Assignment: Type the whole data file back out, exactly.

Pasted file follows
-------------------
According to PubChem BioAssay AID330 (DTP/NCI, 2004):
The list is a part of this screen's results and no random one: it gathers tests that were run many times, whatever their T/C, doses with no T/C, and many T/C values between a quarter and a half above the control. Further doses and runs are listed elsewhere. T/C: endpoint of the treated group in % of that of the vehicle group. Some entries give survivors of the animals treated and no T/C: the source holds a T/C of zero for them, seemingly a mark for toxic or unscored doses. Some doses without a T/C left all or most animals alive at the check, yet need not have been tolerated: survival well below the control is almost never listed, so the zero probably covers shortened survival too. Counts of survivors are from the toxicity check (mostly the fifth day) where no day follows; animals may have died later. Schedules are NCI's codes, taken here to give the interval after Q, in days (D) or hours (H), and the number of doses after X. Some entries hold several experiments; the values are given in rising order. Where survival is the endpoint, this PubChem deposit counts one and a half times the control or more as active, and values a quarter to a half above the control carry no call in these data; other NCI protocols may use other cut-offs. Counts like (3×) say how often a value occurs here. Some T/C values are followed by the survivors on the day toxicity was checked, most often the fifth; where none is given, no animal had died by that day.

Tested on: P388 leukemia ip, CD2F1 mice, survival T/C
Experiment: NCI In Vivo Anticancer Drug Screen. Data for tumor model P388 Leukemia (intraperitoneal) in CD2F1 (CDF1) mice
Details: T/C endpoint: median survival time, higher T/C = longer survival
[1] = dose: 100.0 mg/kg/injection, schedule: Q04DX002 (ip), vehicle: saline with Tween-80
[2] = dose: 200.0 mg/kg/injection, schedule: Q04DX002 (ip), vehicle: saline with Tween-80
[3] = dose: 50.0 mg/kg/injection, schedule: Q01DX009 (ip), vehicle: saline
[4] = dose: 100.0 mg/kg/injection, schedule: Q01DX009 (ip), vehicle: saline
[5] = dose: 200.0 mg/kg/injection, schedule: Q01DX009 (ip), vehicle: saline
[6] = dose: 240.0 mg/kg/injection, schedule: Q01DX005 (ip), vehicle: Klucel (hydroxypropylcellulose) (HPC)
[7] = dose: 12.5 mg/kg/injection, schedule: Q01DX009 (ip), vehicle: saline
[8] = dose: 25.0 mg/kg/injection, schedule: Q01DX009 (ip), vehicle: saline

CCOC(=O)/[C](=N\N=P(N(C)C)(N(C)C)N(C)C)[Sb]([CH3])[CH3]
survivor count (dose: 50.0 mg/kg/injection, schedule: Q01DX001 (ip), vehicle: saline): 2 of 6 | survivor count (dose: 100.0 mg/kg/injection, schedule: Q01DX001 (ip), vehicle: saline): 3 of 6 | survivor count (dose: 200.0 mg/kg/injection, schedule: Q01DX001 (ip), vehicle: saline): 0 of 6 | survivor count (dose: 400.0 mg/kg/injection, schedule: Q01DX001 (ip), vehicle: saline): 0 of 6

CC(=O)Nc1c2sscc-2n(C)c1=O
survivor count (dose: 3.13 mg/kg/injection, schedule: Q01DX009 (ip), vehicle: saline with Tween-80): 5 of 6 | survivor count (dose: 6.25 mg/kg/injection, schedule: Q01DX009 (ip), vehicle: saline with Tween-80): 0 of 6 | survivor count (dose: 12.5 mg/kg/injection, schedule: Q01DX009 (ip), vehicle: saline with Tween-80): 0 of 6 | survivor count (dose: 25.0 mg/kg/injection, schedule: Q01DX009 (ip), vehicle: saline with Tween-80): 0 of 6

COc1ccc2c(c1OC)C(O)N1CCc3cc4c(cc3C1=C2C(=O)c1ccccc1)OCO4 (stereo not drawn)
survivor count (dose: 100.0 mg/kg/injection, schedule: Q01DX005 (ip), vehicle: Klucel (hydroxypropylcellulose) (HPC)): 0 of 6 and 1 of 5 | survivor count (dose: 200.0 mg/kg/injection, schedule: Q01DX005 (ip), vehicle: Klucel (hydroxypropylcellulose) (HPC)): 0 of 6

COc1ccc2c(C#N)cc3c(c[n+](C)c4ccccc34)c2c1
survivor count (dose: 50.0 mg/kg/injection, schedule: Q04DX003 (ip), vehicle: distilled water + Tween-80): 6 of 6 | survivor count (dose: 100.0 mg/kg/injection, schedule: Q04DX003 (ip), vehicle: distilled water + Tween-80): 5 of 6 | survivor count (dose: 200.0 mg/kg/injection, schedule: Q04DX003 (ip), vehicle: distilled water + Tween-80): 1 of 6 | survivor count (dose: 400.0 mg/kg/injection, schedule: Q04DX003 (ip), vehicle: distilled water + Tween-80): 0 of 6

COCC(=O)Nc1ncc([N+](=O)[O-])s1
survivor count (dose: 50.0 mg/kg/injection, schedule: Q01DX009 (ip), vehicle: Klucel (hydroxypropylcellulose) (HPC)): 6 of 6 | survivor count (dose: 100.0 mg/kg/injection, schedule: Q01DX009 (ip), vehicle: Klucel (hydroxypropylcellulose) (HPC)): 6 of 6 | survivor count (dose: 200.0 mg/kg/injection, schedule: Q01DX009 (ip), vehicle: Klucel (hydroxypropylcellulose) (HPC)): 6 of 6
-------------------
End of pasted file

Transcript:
According to PubChem BioAssay AID330 (DTP/NCI, 2004):
The list is a part of this screen's results and no random one: it gathers tests that were run many times, whatever their T/C, doses with no T/C, and many T/C values between a quarter and a half above the control. Further doses and runs are listed elsewhere. T/C: endpoint of the treated group in % of that of the vehicle group. Some entries give survivors of the animals treated and no T/C: the source holds a T/C of zero for them, seemingly a mark for toxic or unscored doses. Some doses without a T/C left all or most animals alive at the check, yet need not have been tolerated: survival well below the control is almost never listed, so the zero probably covers shortened survival too. Counts of survivors are from the toxicity check (mostly the fifth day) where no day follows; animals may have died later. Schedules are NCI's codes, taken here to give the interval after Q, in days (D) or hours (H), and the number of doses after X. Some entries hold several experiments; the values are given in rising order. Where survival is the endpoint, this PubChem deposit counts one and a half times the control or more as active, and values a quarter to a half above the control carry no call in these data; other NCI protocols may use other cut-offs. Counts like (3×) say how often a value occurs here. Some T/C values are followed by the survivors on the day toxicity was checked, most often the fifth; where none is given, no animal had died by that day.

Tested on: P388 leukemia ip, CD2F1 mice, survival T/C
Experiment: NCI In Vivo Anticancer Drug Screen. Data for tumor model P388 Leukemia (intraperitoneal) in CD2F1 (CDF1) mice
Details: T/C endpoint: median survival time, higher T/C = longer survival
[1] = dose: 100.0 mg/kg/injection, schedule: Q04DX002 (ip), vehicle: saline with Tween-80
[2] = dose: 200.0 mg/kg/injection, schedule: Q04DX002 (ip), vehicle: saline with Tween-80
[3] = dose: 50.0 mg/kg/injection, schedule: Q01DX009 (ip), vehicle: saline
[4] = dose: 100.0 mg/kg/injection, schedule: Q01DX009 (ip), vehicle: saline
[5] = dose: 200.0 mg/kg/injection, schedule: Q01DX009 (ip), vehicle: saline
[6] = dose: 240.0 mg/kg/injection, schedule: Q01DX005 (ip), vehicle: Klucel (hydroxypropylcellulose) (HPC)
[7] = dose: 12.5 mg/kg/injection, schedule: Q01DX009 (ip), vehicle: saline
[8] = dose: 25.0 mg/kg/injection, schedule: Q01DX009 (ip), vehicle: saline

CCOC(=O)/[C](=N\N=P(N(C)C)(N(C)C)N(C)C)[Sb]([CH3])[CH3]
survivor count (dose: 50.0 mg/kg/injection, schedule: Q01DX001 (ip), vehicle: saline): 2 of 6 | survivor count (dose: 100.0 mg/kg/injection, schedule: Q01DX001 (ip), vehicle: saline): 3 of 6 | survivor count (dose: 200.0 mg/kg/injection, schedule: Q01DX001 (ip), vehicle: saline): 0 of 6 | survivor count (dose: 400.0 mg/kg/injection, schedule: Q01DX001 (ip), vehicle: saline): 0 of 6

CC(=O)Nc1c2sscc-2n(C)c1=O
survivor count (dose: 3.13 mg/kg/injection, schedule: Q01DX009 (ip), vehicle: saline with Tween-80): 5 of 6 | survivor count (dose: 6.25 mg/kg/injection, schedule: Q01DX009 (ip), vehicle: saline with Tween-80): 0 of 6 | survivor count (dose: 12.5 mg/kg/injection, schedule: Q01DX009 (ip), vehicle: saline with Tween-80): 0 of 6 | survivor count (dose: 25.0 mg/kg/injection, schedule: Q01DX009 (ip), vehicle: saline with Tween-80): 0 of 6

COc1ccc2c(c1OC)C(O)N1CCc3cc4c(cc3C1=C2C(=O)c1ccccc1)OCO4 (stereo not drawn)
survivor count (dose: 100.0 mg/kg/injection, schedule: Q01DX005 (ip), vehicle: Klucel (hydroxypropylcellulose) (HPC)): 0 of 6 and 1 of 5 | survivor count (dose: 200.0 mg/kg/injection, schedule: Q01DX005 (ip), vehicle: Klucel (hydroxypropylcellulose) (HPC)): 0 of 6

COc1ccc2c(C#N)cc3c(c[n+](C)c4ccccc34)c2c1
survivor count (dose: 50.0 mg/kg/injection, schedule: Q04DX003 (ip), vehicle: distilled water + Tween-80): 6 of 6 | survivor count (dose: 100.0 mg/kg/injection, schedule: Q04DX003 (ip), vehicle: distilled water + Tween-80): 5 of 6 | survivor count (dose: 200.0 mg/kg/injection, schedule: Q04DX003 (ip), vehicle: distilled water + Tween-80): 1 of 6 | survivor count (dose: 400.0 mg/kg/injection, schedule: Q04DX003 (ip), vehicle: distilled water + Tween-80): 0 of 6

COCC(=O)Nc1ncc([N+](=O)[O-])s1
survivor count (dose: 50.0 mg/kg/injection, schedule: Q01DX009 (ip), vehicle: Klucel (hydroxypropylcellulose) (HPC)): 6 of 6 | survivor count (dose: 100.0 mg/kg/injection, schedule: Q01DX009 (ip), vehicle: Klucel (hydroxypropylcellulose) (HPC)): 6 of 6 | survivor count (dose: 200.0 mg/kg/injection, schedule: Q01DX009 (ip), vehicle: Klucel (hydroxypropylcellulose) (HPC)): 6 of 6